Investigations are continuing into the crash of the Dash 8 aircraft in New York State on Thursday. All 49 people on board were killed plus one man on the ground. It could have been much worse, though. The local emergency co-ordinator commented: "It's remarkable that it only took one house, as devastating as that was. It could have easily wiped out that entire neighbourhood.”
We do not know yet how far the skill of the pilot was a factor in averting an even greater disaster, but it certainly has been in a number of other cases. When two aircraft collided over the Indian town of Charkhi Dadri in 1996 in the worst mid-air crash in history, eye-witnesses praised the crew of a Saudi Arabian aircraft for managing to steer the jet in its dying moments away from people’s homes so that it came down in a field, where it dug a trench 60 yards long. Everyone on board was killed, but there were no casualties on the ground.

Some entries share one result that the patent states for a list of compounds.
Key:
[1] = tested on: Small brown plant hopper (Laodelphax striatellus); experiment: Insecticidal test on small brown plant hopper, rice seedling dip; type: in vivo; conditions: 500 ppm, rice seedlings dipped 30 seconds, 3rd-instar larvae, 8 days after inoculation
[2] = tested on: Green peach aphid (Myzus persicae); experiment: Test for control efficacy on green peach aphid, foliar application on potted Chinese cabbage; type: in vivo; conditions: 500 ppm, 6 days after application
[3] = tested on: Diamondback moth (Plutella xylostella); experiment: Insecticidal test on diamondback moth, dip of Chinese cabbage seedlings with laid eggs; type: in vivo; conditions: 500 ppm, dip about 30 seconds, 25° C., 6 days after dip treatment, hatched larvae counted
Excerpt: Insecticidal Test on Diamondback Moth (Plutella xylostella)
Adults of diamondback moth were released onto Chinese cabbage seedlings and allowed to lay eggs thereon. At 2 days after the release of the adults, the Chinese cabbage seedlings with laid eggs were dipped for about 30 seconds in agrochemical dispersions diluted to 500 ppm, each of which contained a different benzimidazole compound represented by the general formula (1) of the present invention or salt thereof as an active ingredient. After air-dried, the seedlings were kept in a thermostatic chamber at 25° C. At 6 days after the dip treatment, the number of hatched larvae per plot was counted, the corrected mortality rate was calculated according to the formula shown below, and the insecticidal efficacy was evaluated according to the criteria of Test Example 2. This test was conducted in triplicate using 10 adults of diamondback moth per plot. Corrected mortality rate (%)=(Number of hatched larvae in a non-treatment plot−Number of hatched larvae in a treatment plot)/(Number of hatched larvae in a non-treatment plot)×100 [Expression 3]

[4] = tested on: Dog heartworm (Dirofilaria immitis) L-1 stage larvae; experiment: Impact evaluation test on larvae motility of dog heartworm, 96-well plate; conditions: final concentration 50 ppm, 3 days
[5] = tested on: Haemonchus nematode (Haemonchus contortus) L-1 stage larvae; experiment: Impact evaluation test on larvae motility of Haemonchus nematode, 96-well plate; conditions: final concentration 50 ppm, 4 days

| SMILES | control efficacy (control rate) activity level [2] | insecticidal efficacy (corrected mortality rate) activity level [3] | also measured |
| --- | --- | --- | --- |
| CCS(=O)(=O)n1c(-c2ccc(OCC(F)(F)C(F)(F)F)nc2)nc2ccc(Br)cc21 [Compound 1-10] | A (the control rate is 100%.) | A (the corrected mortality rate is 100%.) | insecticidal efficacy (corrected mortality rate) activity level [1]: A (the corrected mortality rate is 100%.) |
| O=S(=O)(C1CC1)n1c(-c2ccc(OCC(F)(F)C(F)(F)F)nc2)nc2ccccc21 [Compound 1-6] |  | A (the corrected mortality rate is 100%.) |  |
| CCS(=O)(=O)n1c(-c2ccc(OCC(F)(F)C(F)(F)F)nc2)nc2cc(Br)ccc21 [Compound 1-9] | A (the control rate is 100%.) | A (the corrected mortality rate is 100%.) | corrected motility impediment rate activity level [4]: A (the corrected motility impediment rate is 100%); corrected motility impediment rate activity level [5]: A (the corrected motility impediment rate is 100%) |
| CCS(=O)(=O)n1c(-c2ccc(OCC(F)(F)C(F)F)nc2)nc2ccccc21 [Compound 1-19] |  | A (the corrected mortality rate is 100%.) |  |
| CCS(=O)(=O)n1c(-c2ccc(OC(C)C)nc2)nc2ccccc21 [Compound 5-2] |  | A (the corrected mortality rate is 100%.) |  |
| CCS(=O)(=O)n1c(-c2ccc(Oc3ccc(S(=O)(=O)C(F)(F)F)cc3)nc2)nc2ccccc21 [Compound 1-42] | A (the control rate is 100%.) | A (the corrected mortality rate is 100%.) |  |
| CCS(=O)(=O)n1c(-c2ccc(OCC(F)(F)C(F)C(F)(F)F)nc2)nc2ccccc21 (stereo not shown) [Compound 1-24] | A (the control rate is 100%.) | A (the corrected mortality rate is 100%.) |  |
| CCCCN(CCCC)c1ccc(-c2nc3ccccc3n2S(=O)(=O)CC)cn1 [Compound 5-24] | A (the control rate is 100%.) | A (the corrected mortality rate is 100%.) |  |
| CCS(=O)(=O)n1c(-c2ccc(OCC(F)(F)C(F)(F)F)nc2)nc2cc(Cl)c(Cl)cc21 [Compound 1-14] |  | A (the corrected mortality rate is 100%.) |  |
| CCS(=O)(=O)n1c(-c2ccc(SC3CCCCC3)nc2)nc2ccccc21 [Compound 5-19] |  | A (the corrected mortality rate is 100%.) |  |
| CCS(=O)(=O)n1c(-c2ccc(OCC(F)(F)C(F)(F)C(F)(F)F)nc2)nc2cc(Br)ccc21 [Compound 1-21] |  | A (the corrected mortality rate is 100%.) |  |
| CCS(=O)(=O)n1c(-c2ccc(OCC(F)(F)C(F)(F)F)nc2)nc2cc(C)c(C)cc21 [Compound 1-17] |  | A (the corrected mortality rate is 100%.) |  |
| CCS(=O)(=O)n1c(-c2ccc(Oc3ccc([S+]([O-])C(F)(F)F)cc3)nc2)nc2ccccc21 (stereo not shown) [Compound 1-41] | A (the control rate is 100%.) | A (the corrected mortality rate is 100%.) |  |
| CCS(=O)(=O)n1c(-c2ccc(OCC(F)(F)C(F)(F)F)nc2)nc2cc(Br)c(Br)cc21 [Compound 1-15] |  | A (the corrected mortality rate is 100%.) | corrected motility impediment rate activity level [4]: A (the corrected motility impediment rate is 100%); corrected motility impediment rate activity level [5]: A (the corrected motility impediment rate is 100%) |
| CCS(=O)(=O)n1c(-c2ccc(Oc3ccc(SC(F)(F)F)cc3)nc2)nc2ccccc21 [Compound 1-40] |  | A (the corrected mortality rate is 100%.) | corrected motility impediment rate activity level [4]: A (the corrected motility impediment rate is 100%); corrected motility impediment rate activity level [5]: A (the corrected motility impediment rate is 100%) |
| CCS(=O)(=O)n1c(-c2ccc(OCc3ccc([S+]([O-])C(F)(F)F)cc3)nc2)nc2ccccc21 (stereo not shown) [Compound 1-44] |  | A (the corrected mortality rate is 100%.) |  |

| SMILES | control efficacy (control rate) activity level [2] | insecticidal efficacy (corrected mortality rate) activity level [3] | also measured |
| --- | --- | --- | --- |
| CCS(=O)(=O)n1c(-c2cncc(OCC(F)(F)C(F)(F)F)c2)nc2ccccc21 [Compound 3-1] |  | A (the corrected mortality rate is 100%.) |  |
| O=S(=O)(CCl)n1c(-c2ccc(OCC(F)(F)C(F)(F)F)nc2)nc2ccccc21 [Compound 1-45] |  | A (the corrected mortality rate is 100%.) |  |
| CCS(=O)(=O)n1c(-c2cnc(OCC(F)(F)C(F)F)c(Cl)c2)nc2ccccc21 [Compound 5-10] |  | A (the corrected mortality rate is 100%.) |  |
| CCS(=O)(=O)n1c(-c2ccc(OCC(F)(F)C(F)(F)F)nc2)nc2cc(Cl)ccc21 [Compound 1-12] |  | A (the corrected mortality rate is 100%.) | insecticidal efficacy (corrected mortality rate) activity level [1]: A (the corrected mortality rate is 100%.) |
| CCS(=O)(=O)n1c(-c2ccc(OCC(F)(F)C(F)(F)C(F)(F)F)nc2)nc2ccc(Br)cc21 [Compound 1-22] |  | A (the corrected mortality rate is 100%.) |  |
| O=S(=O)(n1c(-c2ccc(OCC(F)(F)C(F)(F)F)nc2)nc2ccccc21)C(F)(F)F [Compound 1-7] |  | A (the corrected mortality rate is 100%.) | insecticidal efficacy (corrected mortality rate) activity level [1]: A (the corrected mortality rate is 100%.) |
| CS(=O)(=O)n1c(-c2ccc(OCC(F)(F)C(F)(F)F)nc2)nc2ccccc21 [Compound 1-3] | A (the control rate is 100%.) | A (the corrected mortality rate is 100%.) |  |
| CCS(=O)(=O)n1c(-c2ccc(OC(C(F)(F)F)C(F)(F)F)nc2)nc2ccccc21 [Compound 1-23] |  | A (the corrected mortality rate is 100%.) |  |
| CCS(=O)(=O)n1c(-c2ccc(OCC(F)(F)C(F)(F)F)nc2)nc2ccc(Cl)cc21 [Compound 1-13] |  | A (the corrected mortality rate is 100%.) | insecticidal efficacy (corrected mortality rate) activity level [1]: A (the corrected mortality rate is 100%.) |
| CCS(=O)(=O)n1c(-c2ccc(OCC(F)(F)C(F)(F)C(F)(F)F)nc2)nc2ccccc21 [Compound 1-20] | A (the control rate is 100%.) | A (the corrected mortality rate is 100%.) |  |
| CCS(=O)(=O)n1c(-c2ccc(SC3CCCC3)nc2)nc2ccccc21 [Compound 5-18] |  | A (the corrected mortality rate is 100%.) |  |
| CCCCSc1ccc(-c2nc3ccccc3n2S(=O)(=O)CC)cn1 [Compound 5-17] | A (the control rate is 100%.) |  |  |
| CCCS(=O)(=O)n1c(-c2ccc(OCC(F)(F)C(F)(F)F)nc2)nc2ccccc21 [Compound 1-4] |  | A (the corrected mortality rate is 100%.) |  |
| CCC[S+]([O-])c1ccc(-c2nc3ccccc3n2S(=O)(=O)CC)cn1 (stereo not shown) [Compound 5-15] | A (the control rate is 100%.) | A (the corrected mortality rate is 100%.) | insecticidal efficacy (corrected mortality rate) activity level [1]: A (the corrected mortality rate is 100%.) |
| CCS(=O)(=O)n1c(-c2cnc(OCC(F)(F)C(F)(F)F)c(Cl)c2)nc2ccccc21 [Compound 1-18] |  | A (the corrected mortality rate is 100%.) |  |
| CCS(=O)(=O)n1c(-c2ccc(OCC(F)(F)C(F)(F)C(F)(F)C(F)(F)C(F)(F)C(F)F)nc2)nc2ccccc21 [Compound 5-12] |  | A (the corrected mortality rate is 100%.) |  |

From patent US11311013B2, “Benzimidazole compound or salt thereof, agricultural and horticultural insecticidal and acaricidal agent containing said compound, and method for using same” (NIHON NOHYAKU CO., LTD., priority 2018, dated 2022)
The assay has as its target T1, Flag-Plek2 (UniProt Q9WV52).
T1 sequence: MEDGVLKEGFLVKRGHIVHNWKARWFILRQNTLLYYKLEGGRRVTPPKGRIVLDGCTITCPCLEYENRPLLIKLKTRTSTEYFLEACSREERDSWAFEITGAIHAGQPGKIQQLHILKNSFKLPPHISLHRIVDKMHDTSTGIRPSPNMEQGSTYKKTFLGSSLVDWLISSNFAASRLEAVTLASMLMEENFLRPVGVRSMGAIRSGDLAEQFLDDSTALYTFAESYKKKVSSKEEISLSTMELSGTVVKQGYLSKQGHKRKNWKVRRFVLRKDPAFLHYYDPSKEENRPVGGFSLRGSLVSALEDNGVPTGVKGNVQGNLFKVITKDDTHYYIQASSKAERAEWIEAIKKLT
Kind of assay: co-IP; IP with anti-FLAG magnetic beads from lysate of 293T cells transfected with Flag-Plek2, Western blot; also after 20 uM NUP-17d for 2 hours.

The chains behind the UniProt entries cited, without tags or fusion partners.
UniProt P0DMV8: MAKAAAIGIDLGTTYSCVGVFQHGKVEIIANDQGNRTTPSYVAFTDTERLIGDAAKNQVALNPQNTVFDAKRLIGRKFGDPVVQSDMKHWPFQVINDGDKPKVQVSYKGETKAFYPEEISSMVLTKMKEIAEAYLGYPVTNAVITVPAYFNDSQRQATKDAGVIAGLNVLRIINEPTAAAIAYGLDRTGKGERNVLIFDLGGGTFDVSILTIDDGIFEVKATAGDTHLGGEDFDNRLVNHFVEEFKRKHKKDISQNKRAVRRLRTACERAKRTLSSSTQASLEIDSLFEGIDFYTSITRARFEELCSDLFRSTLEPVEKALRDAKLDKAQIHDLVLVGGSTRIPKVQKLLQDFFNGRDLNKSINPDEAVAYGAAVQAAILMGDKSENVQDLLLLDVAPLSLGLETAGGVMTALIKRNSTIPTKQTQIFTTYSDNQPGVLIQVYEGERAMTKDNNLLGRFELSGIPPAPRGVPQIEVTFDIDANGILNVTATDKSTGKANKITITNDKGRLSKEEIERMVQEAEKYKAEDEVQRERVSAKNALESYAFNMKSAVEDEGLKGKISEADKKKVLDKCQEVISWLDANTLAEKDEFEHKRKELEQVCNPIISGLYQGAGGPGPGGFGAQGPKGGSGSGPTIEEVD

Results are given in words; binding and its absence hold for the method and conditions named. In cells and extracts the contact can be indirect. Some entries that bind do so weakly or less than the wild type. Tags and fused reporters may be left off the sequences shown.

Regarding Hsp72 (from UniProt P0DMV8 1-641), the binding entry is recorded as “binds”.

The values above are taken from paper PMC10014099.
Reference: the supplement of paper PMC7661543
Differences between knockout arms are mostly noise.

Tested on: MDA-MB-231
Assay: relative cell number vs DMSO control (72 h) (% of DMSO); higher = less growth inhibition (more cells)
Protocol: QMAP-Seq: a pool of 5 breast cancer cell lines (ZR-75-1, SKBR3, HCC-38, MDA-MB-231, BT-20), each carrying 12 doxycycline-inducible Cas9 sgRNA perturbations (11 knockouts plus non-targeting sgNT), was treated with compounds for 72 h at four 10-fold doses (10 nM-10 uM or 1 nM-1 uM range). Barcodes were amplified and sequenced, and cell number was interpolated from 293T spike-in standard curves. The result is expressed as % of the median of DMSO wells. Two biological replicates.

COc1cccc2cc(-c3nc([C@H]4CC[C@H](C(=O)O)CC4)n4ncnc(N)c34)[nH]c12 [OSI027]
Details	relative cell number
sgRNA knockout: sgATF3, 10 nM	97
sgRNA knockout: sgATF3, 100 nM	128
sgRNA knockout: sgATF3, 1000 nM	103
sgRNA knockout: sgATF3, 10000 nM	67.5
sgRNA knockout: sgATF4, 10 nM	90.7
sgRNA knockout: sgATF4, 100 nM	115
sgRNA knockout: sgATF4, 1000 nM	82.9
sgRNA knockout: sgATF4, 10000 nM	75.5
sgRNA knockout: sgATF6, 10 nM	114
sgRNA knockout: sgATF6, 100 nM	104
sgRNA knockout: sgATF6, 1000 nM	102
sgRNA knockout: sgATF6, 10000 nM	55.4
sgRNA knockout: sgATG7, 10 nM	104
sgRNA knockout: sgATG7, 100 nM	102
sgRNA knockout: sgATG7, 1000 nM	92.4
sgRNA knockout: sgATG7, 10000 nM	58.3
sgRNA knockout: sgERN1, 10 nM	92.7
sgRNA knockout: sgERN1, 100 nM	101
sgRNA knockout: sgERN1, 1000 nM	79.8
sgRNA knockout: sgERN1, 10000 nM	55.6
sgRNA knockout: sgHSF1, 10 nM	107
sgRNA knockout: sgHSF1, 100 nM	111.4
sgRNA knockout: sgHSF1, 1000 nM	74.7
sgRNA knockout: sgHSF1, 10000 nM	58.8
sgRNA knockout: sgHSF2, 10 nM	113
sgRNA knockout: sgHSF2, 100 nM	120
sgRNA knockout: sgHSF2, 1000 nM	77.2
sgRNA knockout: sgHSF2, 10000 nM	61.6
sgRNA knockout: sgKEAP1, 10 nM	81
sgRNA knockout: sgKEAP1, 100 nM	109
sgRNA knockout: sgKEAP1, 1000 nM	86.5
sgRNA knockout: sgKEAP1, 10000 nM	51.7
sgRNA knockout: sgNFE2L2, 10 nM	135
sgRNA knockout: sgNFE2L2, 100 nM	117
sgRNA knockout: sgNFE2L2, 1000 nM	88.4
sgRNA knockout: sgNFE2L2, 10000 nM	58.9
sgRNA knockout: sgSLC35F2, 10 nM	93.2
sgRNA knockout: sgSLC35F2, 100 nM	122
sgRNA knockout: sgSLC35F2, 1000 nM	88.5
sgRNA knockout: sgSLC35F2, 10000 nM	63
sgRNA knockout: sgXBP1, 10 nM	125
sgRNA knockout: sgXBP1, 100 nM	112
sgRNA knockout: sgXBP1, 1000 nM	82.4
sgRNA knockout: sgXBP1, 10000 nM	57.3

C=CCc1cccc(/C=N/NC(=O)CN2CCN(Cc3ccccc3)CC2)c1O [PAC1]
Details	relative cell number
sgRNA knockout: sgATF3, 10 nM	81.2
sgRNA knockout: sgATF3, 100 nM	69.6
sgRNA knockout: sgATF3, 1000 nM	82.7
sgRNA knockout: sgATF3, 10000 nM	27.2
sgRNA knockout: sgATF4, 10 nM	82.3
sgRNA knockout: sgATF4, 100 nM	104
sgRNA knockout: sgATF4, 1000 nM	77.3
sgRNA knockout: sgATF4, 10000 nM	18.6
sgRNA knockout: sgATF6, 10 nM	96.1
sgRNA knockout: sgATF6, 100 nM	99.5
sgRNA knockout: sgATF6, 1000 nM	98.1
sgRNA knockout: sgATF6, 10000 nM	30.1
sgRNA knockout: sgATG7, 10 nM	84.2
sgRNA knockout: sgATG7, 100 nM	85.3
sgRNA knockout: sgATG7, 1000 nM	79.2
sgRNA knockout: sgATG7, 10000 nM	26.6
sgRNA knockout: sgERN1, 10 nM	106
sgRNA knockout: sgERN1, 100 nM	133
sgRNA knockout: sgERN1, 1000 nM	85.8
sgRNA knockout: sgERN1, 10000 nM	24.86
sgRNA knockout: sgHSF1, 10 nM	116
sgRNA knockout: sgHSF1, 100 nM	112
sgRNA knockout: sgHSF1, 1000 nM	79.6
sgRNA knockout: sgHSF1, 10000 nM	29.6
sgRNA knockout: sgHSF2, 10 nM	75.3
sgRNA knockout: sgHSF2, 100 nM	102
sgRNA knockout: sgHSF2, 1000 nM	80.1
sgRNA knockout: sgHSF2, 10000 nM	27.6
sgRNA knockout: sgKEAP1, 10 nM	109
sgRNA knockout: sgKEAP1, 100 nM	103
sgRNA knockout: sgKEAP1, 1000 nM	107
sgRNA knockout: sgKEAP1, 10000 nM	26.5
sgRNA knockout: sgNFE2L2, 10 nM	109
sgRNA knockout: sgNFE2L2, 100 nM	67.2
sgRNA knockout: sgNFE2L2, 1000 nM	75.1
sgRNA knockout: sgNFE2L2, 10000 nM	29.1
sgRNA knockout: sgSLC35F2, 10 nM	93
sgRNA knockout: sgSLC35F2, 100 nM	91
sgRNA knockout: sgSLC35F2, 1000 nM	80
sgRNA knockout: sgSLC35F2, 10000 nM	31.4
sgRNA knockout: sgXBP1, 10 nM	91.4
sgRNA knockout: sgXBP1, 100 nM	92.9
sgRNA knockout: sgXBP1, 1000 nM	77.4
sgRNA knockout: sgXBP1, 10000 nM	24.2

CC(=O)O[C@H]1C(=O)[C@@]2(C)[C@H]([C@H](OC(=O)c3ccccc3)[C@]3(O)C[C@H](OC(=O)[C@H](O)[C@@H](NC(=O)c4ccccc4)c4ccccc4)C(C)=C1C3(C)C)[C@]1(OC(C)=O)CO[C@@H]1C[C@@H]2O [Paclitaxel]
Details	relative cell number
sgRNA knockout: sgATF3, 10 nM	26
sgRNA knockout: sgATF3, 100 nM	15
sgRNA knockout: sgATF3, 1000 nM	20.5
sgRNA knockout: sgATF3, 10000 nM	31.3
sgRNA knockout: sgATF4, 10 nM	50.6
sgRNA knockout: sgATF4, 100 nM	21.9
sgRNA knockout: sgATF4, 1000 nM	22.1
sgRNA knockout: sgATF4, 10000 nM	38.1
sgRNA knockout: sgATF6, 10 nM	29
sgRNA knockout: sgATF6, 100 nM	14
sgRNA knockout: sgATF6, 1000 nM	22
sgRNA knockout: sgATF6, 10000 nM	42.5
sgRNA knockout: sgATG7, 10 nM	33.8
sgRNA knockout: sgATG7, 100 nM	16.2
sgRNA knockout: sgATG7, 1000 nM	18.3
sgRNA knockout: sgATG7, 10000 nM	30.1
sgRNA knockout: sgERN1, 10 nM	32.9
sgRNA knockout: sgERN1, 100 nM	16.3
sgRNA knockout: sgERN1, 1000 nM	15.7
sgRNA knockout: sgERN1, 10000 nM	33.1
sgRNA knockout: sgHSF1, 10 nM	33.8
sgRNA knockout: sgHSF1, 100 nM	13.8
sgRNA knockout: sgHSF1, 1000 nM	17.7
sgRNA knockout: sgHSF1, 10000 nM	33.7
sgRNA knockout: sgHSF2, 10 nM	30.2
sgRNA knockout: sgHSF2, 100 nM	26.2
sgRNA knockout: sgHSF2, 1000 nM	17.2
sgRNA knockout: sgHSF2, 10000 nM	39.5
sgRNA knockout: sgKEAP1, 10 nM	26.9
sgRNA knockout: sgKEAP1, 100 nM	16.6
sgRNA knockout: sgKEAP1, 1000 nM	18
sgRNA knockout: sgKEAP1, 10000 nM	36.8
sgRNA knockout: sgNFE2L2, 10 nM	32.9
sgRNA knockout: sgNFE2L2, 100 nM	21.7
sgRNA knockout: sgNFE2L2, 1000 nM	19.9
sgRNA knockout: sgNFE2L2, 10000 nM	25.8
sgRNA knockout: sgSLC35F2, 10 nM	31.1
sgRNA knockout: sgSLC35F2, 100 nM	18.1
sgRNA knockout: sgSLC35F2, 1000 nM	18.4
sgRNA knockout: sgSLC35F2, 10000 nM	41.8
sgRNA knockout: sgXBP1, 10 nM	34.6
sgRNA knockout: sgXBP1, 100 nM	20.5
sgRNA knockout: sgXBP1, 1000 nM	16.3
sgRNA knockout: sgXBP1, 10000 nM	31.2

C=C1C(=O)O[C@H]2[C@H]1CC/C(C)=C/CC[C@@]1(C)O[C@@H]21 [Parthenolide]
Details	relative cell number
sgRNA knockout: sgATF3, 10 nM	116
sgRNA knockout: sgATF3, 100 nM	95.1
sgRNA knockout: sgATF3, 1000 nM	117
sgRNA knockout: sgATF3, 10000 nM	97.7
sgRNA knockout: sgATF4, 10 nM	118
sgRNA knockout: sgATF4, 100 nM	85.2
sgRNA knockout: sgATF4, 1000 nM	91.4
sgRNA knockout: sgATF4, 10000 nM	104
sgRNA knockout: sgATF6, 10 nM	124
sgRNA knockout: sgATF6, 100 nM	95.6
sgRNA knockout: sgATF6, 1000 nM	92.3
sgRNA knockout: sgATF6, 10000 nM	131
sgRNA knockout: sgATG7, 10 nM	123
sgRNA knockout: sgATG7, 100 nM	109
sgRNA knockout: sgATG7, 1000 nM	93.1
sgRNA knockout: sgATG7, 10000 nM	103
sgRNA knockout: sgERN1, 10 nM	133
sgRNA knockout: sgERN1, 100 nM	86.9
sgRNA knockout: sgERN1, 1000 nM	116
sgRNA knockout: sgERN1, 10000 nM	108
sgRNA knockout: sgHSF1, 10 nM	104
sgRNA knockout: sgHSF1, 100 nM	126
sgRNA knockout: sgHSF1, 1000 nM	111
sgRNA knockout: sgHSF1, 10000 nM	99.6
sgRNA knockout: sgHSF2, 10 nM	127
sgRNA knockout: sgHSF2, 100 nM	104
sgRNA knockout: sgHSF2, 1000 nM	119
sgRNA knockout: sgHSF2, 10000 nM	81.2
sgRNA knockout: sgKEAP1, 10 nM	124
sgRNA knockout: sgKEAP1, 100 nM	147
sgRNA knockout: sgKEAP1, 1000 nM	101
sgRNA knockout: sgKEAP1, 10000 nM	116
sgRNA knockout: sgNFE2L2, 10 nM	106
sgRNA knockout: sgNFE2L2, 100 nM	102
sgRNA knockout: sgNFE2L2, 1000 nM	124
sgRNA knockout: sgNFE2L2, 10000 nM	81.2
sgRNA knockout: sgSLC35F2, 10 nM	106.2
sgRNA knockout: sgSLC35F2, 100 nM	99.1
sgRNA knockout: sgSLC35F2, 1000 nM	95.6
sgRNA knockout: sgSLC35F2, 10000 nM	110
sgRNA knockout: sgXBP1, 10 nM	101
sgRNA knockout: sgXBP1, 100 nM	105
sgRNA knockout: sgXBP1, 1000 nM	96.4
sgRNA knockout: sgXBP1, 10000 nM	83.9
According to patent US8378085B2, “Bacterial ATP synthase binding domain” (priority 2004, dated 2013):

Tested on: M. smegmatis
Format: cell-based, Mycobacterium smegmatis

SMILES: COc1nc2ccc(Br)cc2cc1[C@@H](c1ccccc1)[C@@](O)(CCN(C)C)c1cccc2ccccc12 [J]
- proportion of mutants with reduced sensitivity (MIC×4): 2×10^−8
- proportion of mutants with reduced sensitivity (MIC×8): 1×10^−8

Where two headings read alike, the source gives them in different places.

Mercifully, the world’s five worst air crashes in terms of the number killed on board caused no deaths on the ground. One of the worst accidents for ground casualties came in August 1944 when a USAF Liberator bomber crashed on the village of Freckleton in Lancashire. 58 people were killed in the village, including 38 children in the local school.
Of course on 9/11, when four aircraft were hi-jacked with the deliberate aim of crashing them, the death toll was much higher – more than 2,700 on the ground, as well as over 250 on the airliners, while the Pan-Am jumbo blown up above Lockerbie killed 11 people on the ground.